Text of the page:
Nine miles from its starting point, the ferry slips behind the protecting arm of Wing Point, to the right, and enters Eagle Harbor, a wedge-shaped inlet less than half a mile wide at its mouth. Tipped with feathery green trees and dotted with country homes, the slender point thrusts out into the sea to form the north boundary of the harbor. On the left, a high bluff protects the inlet from the gusty “southwesters” that blow off the Sound. Small boats ride at anchor in the quiet water, or rest on the beach near the cottages along the shore. Eagle Harbor was thought to have been named by the Wilkes Expedition of 1841 for Henry Eagle, a Navy lieutenant.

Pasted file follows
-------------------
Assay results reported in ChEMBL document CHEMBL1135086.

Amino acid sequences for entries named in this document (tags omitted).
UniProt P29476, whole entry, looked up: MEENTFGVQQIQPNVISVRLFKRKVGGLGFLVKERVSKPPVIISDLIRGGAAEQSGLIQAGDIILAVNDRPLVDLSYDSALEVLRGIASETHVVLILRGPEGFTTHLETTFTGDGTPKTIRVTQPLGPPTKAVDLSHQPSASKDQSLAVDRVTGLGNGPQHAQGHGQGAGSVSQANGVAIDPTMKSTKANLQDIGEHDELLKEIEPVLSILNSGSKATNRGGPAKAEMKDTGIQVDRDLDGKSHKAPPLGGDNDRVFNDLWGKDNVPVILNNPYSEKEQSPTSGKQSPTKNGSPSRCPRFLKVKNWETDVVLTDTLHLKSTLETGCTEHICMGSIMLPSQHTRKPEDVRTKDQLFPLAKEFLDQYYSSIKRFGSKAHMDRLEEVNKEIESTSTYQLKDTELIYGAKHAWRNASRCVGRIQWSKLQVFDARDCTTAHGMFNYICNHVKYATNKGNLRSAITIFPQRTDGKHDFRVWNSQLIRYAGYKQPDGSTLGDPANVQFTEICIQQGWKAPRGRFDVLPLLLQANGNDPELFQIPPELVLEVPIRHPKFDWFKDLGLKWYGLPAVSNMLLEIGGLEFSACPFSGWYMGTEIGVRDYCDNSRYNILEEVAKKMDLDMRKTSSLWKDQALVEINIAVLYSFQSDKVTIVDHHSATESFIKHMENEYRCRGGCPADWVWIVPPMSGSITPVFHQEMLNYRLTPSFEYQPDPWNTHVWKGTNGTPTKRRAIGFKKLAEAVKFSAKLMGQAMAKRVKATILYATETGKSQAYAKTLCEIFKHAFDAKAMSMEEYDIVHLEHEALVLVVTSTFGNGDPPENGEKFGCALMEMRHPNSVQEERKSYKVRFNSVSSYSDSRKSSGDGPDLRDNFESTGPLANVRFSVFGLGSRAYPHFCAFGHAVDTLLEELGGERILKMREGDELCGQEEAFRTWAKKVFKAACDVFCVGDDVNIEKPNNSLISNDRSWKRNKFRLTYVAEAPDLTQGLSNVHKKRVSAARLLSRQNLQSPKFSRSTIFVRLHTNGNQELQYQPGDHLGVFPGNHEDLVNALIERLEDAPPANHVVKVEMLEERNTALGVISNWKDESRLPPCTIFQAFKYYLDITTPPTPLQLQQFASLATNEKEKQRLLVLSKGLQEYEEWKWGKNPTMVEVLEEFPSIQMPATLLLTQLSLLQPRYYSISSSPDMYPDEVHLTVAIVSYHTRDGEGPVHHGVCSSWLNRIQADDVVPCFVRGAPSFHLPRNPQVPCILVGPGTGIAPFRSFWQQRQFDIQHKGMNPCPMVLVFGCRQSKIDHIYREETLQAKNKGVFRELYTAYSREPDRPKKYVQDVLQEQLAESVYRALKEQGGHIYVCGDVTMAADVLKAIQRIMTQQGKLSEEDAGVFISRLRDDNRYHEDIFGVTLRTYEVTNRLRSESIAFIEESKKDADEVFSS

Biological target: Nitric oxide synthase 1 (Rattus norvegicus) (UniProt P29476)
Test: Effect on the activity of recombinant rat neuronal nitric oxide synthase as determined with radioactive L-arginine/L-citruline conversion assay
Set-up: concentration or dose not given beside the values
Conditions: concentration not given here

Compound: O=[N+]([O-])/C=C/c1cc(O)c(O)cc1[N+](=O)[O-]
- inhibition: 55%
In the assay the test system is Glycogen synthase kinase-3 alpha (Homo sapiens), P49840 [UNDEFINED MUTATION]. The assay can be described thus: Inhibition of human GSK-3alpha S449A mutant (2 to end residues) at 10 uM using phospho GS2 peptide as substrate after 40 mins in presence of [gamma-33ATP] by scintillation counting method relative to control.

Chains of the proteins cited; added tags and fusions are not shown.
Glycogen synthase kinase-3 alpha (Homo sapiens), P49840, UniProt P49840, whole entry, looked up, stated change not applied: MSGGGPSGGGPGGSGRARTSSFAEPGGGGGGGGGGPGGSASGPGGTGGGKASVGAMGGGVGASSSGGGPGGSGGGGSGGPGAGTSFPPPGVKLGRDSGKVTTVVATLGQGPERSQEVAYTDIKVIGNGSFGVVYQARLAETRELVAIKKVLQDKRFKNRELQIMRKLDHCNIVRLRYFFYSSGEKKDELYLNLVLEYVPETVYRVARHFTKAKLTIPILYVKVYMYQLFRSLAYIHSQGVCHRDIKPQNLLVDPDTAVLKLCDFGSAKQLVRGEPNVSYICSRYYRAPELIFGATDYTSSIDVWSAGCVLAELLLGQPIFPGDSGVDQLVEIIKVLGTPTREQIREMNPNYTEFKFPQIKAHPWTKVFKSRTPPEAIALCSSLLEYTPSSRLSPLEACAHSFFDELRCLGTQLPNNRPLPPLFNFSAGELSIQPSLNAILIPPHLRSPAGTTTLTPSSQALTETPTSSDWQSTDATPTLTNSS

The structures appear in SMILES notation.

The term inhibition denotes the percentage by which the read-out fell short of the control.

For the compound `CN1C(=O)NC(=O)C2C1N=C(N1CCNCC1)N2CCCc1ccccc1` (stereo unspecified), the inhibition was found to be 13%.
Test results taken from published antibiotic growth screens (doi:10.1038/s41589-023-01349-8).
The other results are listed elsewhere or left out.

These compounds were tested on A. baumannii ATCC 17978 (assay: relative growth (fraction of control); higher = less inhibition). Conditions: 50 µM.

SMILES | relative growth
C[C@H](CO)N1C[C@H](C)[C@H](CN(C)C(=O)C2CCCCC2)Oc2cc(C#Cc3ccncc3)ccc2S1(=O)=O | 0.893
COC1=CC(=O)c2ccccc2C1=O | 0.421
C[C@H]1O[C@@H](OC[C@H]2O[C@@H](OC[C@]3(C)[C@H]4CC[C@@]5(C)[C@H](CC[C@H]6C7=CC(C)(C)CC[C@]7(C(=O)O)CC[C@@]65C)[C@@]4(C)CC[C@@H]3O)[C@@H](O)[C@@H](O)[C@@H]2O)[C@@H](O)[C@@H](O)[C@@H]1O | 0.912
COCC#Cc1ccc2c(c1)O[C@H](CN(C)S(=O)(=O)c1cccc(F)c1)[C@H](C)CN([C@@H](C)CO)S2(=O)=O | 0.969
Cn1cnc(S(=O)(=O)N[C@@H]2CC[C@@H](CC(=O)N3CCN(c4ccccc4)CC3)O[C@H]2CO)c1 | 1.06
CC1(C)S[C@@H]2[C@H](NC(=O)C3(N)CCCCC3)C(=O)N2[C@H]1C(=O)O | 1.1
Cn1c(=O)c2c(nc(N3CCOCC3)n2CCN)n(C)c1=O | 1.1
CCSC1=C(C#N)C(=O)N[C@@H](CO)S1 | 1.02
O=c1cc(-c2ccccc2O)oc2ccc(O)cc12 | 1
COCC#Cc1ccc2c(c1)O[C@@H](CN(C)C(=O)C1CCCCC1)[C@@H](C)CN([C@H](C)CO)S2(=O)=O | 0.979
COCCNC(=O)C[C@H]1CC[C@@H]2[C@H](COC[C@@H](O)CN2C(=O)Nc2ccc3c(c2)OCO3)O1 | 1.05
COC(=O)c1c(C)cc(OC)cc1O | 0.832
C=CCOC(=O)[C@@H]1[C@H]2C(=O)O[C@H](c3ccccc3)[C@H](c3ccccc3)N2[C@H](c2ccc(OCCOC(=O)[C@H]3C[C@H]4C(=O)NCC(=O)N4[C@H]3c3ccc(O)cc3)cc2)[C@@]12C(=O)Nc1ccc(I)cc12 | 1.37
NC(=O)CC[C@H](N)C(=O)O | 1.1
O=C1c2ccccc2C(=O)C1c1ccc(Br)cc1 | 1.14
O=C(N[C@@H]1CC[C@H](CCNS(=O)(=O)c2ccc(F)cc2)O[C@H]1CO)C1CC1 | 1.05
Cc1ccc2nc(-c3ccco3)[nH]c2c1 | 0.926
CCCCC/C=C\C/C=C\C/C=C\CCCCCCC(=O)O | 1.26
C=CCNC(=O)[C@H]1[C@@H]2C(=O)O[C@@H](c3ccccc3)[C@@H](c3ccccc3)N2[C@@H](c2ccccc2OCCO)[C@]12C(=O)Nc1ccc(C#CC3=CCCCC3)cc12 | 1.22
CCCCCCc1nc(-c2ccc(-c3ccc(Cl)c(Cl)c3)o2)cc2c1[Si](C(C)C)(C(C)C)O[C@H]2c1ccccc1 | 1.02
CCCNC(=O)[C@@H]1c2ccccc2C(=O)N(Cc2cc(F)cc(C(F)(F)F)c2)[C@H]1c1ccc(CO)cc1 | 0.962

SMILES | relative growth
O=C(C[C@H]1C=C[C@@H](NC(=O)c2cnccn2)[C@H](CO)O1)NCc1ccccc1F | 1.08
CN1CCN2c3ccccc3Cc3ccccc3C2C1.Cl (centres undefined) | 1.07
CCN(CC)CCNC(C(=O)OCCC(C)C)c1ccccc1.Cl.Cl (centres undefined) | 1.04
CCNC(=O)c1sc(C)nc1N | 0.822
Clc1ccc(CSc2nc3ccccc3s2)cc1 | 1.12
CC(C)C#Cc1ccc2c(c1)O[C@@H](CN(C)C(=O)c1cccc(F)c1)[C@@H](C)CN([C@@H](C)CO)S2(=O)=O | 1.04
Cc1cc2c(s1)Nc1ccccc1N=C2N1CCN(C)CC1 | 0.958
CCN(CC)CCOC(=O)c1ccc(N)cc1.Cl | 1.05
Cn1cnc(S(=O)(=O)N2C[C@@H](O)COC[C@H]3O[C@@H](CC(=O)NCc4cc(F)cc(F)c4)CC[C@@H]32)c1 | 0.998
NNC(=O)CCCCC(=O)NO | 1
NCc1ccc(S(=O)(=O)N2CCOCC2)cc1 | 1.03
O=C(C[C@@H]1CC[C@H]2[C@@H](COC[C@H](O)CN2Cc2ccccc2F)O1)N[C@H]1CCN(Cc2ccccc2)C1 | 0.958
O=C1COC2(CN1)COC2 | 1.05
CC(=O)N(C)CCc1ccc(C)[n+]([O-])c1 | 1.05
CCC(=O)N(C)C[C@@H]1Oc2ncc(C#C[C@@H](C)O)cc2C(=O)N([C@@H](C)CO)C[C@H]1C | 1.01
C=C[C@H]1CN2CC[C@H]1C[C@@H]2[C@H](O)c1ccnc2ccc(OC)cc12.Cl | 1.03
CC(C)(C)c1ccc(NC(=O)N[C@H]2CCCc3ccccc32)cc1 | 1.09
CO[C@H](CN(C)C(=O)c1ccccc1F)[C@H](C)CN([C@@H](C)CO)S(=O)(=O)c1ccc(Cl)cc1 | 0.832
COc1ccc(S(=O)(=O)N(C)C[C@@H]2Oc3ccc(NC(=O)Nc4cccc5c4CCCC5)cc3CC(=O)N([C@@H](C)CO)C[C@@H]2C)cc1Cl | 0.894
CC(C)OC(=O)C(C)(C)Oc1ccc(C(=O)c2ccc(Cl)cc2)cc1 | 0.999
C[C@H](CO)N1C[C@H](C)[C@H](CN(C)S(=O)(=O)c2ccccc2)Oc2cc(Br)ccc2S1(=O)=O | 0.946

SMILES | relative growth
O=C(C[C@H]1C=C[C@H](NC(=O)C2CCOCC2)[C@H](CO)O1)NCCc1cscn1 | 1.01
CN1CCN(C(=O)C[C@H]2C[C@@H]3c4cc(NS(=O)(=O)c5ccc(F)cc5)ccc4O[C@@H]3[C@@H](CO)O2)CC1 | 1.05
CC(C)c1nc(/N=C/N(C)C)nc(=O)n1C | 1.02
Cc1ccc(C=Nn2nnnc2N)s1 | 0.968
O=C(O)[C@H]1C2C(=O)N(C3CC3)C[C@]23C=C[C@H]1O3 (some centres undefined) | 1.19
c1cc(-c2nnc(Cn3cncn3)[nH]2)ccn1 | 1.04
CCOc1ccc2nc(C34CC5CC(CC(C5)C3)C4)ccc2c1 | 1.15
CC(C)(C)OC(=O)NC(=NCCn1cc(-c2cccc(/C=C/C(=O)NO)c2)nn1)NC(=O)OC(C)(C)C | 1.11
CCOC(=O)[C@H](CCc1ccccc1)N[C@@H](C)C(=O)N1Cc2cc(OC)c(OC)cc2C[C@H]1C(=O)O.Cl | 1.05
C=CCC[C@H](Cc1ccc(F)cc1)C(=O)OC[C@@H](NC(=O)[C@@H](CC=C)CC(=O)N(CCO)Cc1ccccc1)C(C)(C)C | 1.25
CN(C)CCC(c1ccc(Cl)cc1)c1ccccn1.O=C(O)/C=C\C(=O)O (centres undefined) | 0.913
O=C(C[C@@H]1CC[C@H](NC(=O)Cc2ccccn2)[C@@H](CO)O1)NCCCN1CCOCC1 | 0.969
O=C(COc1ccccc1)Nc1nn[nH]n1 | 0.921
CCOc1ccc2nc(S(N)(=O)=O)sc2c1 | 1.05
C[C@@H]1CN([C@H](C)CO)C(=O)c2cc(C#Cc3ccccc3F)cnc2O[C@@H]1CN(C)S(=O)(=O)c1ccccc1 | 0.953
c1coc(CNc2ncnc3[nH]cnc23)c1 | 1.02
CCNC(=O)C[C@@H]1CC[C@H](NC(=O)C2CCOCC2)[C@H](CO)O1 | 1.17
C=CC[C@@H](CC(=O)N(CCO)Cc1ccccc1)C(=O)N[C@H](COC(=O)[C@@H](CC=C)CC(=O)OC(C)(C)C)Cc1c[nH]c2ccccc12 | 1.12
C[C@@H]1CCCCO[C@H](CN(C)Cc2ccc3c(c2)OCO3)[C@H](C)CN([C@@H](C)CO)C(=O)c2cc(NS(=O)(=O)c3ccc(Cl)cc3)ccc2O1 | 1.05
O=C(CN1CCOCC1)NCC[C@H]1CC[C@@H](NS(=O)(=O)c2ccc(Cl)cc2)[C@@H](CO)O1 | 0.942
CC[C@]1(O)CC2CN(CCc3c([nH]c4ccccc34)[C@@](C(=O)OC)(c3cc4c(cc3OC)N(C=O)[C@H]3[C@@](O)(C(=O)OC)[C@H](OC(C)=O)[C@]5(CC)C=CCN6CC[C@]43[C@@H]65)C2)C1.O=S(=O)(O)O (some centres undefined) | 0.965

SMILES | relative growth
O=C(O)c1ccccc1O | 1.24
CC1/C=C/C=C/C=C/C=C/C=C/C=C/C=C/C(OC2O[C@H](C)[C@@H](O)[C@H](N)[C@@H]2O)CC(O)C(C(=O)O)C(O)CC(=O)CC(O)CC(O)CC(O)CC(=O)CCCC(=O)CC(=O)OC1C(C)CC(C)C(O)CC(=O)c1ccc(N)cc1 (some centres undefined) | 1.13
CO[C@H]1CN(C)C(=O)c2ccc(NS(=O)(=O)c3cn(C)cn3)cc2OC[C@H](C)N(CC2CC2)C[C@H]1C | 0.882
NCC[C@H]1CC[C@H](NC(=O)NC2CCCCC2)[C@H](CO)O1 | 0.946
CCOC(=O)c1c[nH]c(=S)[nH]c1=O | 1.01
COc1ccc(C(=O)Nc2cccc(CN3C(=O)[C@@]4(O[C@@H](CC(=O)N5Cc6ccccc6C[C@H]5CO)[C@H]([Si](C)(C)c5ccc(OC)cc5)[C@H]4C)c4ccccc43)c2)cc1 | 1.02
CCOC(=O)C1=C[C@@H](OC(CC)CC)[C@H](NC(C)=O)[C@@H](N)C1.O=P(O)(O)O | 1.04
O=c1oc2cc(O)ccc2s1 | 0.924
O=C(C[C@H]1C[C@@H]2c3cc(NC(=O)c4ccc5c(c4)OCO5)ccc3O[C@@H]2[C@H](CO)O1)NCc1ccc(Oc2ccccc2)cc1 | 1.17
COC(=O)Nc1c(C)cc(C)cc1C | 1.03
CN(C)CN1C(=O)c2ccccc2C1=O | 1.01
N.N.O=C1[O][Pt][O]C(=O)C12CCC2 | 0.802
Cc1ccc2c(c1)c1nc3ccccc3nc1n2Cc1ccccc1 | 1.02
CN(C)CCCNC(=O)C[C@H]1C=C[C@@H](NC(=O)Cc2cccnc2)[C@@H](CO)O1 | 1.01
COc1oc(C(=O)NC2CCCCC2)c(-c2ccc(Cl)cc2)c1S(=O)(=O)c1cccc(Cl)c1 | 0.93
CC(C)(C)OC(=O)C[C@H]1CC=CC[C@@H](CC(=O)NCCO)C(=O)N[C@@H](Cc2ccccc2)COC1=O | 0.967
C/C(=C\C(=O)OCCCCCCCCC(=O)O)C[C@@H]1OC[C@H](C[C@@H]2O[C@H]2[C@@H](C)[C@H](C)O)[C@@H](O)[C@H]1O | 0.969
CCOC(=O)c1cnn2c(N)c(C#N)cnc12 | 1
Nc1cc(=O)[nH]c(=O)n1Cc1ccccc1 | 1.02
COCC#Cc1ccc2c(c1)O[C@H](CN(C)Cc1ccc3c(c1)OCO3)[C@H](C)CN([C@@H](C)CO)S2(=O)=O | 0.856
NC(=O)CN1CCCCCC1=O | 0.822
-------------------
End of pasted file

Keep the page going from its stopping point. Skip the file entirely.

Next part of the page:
The town that grew up around the harbor was first named Madrone and then became known as Winslow.